Livin' on Love

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For the album and song by Ilse DeLange, see Ilse DeLange.
"Livin' on Love"
Single by Alan Jackson
from the album Who I Am
Released August 29, 1994
Format Promo-only CD single
Recorded January 10, 1994[1]
Genre Country
Length 3:49
Label Arista Nashville
Writer(s) Alan Jackson
Producer(s) Keith Stegall
Alan Jackson singles chronology
"Summertime Blues"
(1994)
"Livin' on Love"
(1994)
"Good Year for the Roses"
(1994)

"Livin' on Love" is a song written and recorded by American country music singer Alan Jackson. It was released in August 1994 as the second single from his album Who I Am. In late 1994, it became his ninth Number One hit on the Billboard country charts. It also reached number 1 on the Bubbling Under Hot 100.

Content[edit]

The song describes a couple who are "livin' on love". In the first verse, they are "two young people without a thing", while throughout the song they age, still in love with each other.

Critical reception[edit]

Thom Jurek of Allmusic described the song favorably, calling it "a mid-tempo honky tonker with killer fiddle, telecasters chopping up the middle, and lyrics that make its sentimental subject matter palatable."[2] Kevin John Coyne of Country Universe gave the song a B+ grade, calling it "so catchy, so charming, and so full of little funny details." He goes on to say that he forgives Jackson for "ripping off 'Two Sparrows in a Hurricane' so blatantly."[3]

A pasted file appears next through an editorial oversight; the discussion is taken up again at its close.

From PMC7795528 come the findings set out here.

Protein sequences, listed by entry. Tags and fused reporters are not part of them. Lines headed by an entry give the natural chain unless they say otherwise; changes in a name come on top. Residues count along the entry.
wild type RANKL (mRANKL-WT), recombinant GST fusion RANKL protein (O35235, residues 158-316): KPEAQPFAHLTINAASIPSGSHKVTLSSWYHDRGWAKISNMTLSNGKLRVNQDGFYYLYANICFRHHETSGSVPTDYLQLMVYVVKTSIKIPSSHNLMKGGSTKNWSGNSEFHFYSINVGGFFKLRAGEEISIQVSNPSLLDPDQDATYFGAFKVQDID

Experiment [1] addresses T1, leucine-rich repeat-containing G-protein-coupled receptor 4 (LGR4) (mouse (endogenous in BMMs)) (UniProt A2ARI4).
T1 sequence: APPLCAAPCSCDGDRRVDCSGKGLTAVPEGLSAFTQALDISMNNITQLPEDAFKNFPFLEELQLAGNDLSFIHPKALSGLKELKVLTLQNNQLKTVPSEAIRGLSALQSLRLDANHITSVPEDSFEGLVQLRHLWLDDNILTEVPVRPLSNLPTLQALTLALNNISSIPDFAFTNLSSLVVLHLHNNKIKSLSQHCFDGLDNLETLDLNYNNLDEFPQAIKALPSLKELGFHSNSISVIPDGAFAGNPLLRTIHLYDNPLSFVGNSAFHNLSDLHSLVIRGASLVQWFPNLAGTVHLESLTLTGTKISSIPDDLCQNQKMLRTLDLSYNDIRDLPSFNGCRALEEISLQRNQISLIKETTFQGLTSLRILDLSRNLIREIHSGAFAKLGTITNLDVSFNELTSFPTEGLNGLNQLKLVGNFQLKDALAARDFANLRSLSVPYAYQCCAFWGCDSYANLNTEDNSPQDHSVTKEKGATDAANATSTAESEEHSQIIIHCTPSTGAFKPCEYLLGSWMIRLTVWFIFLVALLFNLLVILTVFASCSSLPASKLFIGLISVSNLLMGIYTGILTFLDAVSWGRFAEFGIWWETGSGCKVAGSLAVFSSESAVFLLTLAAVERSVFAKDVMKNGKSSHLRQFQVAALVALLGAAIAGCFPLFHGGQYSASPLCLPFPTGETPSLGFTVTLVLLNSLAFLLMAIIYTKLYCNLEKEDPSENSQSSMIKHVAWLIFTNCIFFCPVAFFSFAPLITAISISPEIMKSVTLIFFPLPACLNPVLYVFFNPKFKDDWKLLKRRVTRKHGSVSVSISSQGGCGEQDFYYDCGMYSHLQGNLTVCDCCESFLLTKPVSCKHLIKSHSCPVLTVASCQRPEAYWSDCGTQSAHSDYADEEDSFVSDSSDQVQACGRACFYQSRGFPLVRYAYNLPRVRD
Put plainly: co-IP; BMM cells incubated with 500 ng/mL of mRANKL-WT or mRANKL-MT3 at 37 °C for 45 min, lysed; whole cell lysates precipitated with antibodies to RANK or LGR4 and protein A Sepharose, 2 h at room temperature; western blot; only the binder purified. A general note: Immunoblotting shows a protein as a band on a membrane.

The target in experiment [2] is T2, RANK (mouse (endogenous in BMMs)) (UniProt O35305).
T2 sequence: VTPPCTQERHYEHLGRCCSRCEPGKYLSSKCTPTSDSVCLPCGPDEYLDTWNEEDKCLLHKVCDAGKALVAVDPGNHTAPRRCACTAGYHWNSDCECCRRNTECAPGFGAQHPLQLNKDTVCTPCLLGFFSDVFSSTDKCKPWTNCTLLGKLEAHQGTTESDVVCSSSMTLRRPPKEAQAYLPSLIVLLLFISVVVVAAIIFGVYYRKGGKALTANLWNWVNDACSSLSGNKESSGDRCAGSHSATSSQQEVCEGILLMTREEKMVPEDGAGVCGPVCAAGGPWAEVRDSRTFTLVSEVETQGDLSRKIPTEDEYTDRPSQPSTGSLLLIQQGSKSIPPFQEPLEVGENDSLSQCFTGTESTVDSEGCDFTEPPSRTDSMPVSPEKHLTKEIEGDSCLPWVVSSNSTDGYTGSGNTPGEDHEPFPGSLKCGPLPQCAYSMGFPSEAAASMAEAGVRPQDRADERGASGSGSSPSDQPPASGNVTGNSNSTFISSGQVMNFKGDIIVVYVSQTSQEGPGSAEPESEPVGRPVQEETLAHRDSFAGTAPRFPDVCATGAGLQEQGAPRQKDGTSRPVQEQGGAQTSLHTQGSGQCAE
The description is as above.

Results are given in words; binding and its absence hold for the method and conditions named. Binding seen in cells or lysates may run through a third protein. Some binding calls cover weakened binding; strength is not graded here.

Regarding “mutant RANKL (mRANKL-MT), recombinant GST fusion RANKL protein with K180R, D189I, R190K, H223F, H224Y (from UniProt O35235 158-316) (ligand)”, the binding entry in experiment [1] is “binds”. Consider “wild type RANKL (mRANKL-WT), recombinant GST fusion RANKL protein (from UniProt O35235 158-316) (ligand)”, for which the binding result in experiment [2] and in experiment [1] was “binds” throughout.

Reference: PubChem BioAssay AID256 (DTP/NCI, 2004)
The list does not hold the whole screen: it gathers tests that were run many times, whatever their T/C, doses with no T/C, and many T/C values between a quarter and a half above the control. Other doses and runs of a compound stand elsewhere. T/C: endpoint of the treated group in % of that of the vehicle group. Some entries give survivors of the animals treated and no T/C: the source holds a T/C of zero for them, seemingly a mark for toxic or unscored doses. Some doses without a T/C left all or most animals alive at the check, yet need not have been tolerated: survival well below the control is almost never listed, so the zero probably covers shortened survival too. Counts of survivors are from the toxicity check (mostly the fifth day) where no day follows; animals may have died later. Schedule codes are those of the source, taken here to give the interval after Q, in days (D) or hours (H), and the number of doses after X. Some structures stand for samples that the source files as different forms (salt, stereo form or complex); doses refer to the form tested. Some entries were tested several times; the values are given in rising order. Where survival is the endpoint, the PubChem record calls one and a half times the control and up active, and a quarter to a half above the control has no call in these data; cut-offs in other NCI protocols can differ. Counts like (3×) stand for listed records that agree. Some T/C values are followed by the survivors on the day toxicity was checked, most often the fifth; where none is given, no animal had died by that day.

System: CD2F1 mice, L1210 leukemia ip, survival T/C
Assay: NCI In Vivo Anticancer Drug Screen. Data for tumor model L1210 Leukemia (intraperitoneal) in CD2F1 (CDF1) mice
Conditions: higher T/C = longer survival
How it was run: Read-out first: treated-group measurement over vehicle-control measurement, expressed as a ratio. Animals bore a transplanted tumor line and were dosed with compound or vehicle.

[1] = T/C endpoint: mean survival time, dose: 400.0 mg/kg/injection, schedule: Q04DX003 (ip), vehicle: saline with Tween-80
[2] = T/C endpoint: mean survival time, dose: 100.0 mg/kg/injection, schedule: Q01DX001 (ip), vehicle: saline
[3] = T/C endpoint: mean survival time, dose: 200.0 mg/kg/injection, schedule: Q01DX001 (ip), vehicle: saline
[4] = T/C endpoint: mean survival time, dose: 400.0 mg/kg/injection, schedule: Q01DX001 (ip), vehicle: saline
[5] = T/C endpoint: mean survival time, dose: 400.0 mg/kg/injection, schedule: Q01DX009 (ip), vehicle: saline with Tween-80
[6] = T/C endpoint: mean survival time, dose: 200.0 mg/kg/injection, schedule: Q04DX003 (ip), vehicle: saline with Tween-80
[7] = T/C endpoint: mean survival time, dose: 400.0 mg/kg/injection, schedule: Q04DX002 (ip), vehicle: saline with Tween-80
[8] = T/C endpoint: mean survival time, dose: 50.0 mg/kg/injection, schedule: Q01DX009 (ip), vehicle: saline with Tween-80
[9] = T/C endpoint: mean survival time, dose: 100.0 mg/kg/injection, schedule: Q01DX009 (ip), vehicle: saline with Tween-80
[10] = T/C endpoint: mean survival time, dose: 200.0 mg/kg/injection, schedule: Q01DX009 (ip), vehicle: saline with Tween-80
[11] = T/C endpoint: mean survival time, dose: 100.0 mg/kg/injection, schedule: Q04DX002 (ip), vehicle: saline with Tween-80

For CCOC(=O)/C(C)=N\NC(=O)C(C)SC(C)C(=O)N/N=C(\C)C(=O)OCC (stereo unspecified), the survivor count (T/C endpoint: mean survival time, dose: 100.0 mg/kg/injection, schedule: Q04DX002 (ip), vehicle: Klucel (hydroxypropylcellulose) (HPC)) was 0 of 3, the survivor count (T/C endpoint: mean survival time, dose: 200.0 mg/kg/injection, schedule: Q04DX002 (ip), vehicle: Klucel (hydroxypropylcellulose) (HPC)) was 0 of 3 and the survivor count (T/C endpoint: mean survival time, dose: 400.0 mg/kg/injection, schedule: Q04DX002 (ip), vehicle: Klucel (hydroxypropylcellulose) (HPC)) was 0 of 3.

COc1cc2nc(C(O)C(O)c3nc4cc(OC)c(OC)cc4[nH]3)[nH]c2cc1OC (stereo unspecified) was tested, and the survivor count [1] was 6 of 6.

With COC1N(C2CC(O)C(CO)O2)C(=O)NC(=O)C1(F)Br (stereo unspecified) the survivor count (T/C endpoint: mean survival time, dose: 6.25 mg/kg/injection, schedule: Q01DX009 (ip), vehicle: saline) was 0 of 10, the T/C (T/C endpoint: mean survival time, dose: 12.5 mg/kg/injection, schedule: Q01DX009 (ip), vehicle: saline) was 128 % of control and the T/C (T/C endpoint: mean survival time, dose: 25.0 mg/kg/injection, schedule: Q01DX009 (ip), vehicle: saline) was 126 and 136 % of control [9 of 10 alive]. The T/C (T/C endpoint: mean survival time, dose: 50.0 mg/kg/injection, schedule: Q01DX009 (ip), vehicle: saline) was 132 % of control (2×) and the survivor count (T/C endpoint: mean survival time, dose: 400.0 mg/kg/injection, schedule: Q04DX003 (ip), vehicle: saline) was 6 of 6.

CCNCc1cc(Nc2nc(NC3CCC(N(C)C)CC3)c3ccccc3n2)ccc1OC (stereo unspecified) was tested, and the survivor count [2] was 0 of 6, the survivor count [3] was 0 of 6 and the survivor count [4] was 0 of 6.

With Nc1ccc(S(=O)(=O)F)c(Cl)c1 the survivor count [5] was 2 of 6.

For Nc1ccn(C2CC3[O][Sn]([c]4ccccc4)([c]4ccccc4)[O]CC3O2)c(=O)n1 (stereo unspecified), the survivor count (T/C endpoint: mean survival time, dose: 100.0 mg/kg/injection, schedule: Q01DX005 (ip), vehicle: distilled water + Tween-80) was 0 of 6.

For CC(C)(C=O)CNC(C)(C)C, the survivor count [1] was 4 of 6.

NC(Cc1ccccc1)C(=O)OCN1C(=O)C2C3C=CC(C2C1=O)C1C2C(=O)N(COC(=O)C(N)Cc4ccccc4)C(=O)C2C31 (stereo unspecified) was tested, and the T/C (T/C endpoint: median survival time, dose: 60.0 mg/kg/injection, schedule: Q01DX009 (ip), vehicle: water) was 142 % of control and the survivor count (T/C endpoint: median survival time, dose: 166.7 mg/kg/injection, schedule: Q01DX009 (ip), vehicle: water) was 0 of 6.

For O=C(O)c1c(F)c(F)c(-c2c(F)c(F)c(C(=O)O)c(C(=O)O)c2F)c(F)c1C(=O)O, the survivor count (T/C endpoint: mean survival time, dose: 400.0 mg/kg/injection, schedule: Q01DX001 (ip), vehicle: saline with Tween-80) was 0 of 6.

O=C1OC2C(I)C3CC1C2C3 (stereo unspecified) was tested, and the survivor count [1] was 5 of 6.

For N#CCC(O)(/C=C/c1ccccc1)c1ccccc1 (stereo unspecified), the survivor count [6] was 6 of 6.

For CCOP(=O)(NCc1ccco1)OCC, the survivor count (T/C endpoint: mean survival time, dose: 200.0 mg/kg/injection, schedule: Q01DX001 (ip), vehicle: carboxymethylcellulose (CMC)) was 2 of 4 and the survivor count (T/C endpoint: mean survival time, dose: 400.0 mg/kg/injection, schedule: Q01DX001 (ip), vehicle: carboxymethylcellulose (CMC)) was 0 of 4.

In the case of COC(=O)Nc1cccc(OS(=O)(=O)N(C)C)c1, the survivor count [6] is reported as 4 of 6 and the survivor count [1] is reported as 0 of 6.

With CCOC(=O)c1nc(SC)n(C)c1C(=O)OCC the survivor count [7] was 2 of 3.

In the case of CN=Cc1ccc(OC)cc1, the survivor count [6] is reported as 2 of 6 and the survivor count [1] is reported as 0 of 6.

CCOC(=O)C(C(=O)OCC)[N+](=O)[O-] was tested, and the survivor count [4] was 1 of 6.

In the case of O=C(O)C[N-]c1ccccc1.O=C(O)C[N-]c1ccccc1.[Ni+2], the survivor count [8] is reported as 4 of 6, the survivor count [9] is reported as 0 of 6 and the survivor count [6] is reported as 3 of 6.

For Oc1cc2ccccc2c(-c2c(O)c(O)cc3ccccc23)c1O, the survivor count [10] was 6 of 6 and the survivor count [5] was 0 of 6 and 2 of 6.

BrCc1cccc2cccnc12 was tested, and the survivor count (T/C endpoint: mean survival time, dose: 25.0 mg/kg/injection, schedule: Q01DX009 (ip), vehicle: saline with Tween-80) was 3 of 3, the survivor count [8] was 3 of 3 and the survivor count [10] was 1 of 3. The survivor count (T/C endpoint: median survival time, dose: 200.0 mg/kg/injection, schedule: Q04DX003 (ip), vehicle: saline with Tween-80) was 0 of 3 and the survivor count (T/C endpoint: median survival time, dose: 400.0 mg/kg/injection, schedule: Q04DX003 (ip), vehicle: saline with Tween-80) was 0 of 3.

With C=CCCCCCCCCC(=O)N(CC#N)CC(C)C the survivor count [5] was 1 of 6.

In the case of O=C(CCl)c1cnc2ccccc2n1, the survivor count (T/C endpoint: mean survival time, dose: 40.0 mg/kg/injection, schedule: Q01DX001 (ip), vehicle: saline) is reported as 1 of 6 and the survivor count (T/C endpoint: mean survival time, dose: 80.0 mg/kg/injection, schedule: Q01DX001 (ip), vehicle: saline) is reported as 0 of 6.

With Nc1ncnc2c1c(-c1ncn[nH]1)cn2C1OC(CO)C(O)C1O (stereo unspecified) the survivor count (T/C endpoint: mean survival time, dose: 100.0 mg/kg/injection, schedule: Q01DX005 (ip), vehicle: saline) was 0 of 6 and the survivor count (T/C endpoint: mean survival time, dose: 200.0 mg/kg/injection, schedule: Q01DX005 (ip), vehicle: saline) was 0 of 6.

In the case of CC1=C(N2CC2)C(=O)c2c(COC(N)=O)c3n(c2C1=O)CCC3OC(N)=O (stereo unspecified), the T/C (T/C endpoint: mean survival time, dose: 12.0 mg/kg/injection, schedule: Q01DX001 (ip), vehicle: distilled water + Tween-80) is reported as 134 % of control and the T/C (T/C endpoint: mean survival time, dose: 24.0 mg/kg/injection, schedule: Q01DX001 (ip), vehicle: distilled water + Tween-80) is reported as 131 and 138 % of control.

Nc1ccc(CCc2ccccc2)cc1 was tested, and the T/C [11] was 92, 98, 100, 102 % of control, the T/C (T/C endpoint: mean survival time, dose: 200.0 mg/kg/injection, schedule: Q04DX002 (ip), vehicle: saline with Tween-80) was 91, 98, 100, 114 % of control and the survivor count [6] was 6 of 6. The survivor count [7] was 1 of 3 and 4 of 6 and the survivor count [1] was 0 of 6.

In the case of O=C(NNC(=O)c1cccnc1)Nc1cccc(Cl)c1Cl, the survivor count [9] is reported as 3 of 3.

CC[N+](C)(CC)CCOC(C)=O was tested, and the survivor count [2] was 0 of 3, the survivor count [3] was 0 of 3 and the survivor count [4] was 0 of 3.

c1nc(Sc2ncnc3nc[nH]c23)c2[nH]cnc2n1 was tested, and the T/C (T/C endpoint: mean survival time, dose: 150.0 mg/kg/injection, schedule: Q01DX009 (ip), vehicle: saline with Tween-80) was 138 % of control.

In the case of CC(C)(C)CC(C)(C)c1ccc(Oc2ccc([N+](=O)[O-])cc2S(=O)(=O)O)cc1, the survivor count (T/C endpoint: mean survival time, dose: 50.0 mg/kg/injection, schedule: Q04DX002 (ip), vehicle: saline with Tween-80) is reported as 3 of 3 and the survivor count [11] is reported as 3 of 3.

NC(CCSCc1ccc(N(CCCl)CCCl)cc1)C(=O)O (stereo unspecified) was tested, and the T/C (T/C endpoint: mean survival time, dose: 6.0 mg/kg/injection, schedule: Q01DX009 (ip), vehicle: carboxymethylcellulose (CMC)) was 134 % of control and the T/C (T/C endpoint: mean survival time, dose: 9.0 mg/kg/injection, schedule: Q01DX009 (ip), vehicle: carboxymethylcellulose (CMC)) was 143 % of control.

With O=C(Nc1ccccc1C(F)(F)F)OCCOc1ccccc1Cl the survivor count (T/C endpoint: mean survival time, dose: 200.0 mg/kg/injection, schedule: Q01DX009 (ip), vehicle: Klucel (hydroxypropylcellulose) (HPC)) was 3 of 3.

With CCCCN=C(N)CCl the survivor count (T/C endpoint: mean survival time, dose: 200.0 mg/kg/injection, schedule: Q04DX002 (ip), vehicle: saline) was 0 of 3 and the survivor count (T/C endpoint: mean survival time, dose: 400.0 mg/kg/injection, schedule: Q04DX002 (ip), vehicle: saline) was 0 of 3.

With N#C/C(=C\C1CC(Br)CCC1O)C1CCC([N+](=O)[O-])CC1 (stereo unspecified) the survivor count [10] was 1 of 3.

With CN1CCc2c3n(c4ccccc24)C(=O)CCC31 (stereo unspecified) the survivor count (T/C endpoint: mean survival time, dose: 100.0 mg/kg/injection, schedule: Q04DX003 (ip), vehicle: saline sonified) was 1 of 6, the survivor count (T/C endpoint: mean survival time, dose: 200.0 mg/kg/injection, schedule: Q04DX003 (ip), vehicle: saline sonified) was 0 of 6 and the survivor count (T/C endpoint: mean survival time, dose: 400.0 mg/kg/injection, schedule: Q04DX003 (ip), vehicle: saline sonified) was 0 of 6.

Music video[edit]

The music video was directed by Piers Plowden and premiered in mid-1994.

Chart positions[edit]

"Livin' on Love" debuted on the U.S. Billboard Hot Country Singles & Tracks for the week of September 3, 1994.

Chart (1994) Peak
position
Canada Country Tracks (RPM)[4] 1
US Bubbling Under Hot 100 Singles (Billboard)[5] 1
US Hot Country Songs (Billboard)[6] 1

Year-end charts[edit]

Chart (1994) Position
Canada Country Tracks (RPM)[7] 19

References[edit]

  1. ^ The Greatest Hits Collection (CD). Alan Jackson. Arista Records. 1995. 07822 18801. 
  2. ^ Jurek, Thom. "Who I Am review". Allmusic. Retrieved 2008-11-01. 
  3. ^ CountryUniverse.net Song review
  4. ^ "Top RPM Country Tracks: Issue 2667." RPM. Library and Archives Canada. November 28, 1994. Retrieved August 4, 2013.
  5. ^ "Alan Jackson Album & Song Chart History" Billboard Bubbling Under Hot 100 for Alan Jackson.
  6. ^ "Alan Jackson Album & Song Chart History" Billboard Hot Country Songs for Alan Jackson.
  7. ^ "RPM Top 100 Country Tracks of 1994". RPM. December 12, 1994. Retrieved August 4, 2013. 
Preceded by
"She's Not the Cheatin' Kind"
by Brooks & Dunn
Billboard Hot Country Singles & Tracks
number-one single

October 29-November 12, 1994
Succeeded by
"Shut Up and Kiss Me"
by Mary Chapin Carpenter
Preceded by
"It Can't Happen to Me"
by Charlie Major
RPM Top Country Tracks
number-one single

November 28, 1994
Succeeded by
"If I Could Make a Living"
by Clay Walker

External links[edit]